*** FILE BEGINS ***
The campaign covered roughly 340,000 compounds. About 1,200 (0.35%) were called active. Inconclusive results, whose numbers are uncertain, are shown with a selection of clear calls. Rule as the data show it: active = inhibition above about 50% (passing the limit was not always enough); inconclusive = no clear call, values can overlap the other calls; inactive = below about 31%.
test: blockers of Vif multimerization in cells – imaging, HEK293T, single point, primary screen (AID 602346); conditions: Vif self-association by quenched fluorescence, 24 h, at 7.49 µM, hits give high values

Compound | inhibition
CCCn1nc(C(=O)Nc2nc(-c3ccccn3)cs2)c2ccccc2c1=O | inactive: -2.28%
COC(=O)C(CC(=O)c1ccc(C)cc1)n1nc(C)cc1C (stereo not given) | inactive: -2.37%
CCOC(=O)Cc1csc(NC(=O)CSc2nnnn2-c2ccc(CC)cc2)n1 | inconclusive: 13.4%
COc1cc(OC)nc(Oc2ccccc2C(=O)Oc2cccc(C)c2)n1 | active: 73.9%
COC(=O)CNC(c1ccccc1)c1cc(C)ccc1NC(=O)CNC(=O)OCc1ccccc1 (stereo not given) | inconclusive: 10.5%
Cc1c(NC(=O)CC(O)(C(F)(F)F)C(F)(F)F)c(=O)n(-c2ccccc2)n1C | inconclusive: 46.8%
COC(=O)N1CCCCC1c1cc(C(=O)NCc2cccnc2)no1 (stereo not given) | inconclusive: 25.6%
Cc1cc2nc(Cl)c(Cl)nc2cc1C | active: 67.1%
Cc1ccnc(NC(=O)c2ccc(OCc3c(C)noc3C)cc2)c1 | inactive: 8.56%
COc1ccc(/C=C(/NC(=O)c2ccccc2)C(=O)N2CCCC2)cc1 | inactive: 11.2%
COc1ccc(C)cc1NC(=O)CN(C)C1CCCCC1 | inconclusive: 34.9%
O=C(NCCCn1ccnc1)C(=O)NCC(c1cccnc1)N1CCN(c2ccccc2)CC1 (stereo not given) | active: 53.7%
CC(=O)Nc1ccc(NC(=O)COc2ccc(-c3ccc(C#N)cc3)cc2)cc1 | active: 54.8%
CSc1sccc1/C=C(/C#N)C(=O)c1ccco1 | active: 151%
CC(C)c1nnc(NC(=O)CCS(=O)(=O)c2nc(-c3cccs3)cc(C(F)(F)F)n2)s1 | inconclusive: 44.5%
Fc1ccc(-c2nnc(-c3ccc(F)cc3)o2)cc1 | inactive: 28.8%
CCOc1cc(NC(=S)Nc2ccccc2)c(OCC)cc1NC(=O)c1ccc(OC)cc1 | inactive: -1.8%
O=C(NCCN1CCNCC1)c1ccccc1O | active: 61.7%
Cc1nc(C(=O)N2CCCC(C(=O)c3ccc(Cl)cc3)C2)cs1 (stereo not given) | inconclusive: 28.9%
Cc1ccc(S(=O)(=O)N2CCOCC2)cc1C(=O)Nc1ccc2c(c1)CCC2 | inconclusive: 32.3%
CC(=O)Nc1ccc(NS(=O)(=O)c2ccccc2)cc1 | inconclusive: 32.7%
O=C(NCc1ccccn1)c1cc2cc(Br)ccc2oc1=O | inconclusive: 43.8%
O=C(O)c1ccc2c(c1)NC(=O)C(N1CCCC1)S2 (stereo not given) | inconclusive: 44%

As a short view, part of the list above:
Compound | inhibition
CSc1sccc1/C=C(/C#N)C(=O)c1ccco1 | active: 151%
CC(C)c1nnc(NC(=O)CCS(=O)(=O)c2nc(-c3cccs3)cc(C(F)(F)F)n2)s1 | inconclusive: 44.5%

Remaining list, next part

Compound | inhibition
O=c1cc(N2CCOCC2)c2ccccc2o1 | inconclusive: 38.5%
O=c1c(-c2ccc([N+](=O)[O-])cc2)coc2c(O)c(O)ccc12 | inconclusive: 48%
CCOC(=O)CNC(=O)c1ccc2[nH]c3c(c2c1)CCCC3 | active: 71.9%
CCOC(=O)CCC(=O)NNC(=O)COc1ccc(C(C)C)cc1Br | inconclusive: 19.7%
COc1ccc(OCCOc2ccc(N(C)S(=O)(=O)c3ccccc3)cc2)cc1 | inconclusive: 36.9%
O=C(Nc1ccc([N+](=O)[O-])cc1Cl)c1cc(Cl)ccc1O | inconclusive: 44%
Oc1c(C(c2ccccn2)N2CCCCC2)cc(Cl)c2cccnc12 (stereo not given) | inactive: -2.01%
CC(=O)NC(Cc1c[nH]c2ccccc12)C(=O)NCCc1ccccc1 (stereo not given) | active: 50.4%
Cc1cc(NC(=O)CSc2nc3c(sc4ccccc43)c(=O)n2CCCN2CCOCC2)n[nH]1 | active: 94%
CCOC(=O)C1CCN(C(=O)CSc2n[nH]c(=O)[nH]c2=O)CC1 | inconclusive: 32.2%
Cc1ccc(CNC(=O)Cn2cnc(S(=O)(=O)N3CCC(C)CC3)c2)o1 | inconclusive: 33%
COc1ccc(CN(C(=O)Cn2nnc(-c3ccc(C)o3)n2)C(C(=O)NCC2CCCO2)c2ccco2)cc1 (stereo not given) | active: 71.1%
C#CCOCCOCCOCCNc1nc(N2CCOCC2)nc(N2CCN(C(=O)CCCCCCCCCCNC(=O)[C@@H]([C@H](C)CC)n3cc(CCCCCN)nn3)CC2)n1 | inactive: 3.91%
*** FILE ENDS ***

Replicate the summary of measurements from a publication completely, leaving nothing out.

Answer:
The campaign covered roughly 340,000 compounds. About 1,200 (0.35%) were called active. Inconclusive results, whose numbers are uncertain, are shown with a selection of clear calls. Rule as the data show it: active = inhibition above about 50% (passing the limit was not always enough); inconclusive = no clear call, values can overlap the other calls; inactive = below about 31%.
test: blockers of Vif multimerization in cells – imaging, HEK293T, single point, primary screen (AID 602346); conditions: Vif self-association by quenched fluorescence, 24 h, at 7.49 µM, hits give high values

Compound | inhibition
CCCn1nc(C(=O)Nc2nc(-c3ccccn3)cs2)c2ccccc2c1=O | inactive: -2.28%
COC(=O)C(CC(=O)c1ccc(C)cc1)n1nc(C)cc1C (stereo not given) | inactive: -2.37%
CCOC(=O)Cc1csc(NC(=O)CSc2nnnn2-c2ccc(CC)cc2)n1 | inconclusive: 13.4%
COc1cc(OC)nc(Oc2ccccc2C(=O)Oc2cccc(C)c2)n1 | active: 73.9%
COC(=O)CNC(c1ccccc1)c1cc(C)ccc1NC(=O)CNC(=O)OCc1ccccc1 (stereo not given) | inconclusive: 10.5%
Cc1c(NC(=O)CC(O)(C(F)(F)F)C(F)(F)F)c(=O)n(-c2ccccc2)n1C | inconclusive: 46.8%
COC(=O)N1CCCCC1c1cc(C(=O)NCc2cccnc2)no1 (stereo not given) | inconclusive: 25.6%
Cc1cc2nc(Cl)c(Cl)nc2cc1C | active: 67.1%
Cc1ccnc(NC(=O)c2ccc(OCc3c(C)noc3C)cc2)c1 | inactive: 8.56%
COc1ccc(/C=C(/NC(=O)c2ccccc2)C(=O)N2CCCC2)cc1 | inactive: 11.2%
COc1ccc(C)cc1NC(=O)CN(C)C1CCCCC1 | inconclusive: 34.9%
O=C(NCCCn1ccnc1)C(=O)NCC(c1cccnc1)N1CCN(c2ccccc2)CC1 (stereo not given) | active: 53.7%
CC(=O)Nc1ccc(NC(=O)COc2ccc(-c3ccc(C#N)cc3)cc2)cc1 | active: 54.8%
CSc1sccc1/C=C(/C#N)C(=O)c1ccco1 | active: 151%
CC(C)c1nnc(NC(=O)CCS(=O)(=O)c2nc(-c3cccs3)cc(C(F)(F)F)n2)s1 | inconclusive: 44.5%
Fc1ccc(-c2nnc(-c3ccc(F)cc3)o2)cc1 | inactive: 28.8%
CCOc1cc(NC(=S)Nc2ccccc2)c(OCC)cc1NC(=O)c1ccc(OC)cc1 | inactive: -1.8%
O=C(NCCN1CCNCC1)c1ccccc1O | active: 61.7%
Cc1nc(C(=O)N2CCCC(C(=O)c3ccc(Cl)cc3)C2)cs1 (stereo not given) | inconclusive: 28.9%
Cc1ccc(S(=O)(=O)N2CCOCC2)cc1C(=O)Nc1ccc2c(c1)CCC2 | inconclusive: 32.3%
CC(=O)Nc1ccc(NS(=O)(=O)c2ccccc2)cc1 | inconclusive: 32.7%
O=C(NCc1ccccn1)c1cc2cc(Br)ccc2oc1=O | inconclusive: 43.8%
O=C(O)c1ccc2c(c1)NC(=O)C(N1CCCC1)S2 (stereo not given) | inconclusive: 44%

As a short view, part of the list above:
Compound | inhibition
CSc1sccc1/C=C(/C#N)C(=O)c1ccco1 | active: 151%
CC(C)c1nnc(NC(=O)CCS(=O)(=O)c2nc(-c3cccs3)cc(C(F)(F)F)n2)s1 | inconclusive: 44.5%

Remaining list, next part

Compound | inhibition
O=c1cc(N2CCOCC2)c2ccccc2o1 | inconclusive: 38.5%
O=c1c(-c2ccc([N+](=O)[O-])cc2)coc2c(O)c(O)ccc12 | inconclusive: 48%
CCOC(=O)CNC(=O)c1ccc2[nH]c3c(c2c1)CCCC3 | active: 71.9%
CCOC(=O)CCC(=O)NNC(=O)COc1ccc(C(C)C)cc1Br | inconclusive: 19.7%
COc1ccc(OCCOc2ccc(N(C)S(=O)(=O)c3ccccc3)cc2)cc1 | inconclusive: 36.9%
O=C(Nc1ccc([N+](=O)[O-])cc1Cl)c1cc(Cl)ccc1O | inconclusive: 44%
Oc1c(C(c2ccccn2)N2CCCCC2)cc(Cl)c2cccnc12 (stereo not given) | inactive: -2.01%
CC(=O)NC(Cc1c[nH]c2ccccc12)C(=O)NCCc1ccccc1 (stereo not given) | active: 50.4%
Cc1cc(NC(=O)CSc2nc3c(sc4ccccc43)c(=O)n2CCCN2CCOCC2)n[nH]1 | active: 94%
CCOC(=O)C1CCN(C(=O)CSc2n[nH]c(=O)[nH]c2=O)CC1 | inconclusive: 32.2%
Cc1ccc(CNC(=O)Cn2cnc(S(=O)(=O)N3CCC(C)CC3)c2)o1 | inconclusive: 33%
COc1ccc(CN(C(=O)Cn2nnc(-c3ccc(C)o3)n2)C(C(=O)NCC2CCCO2)c2ccco2)cc1 (stereo not given) | active: 71.1%
C#CCOCCOCCOCCNc1nc(N2CCOCC2)nc(N2CCN(C(=O)CCCCCCCCCCNC(=O)[C@@H]([C@H](C)CC)n3cc(CCCCCN)nn3)CC2)n1 | inactive: 3.91%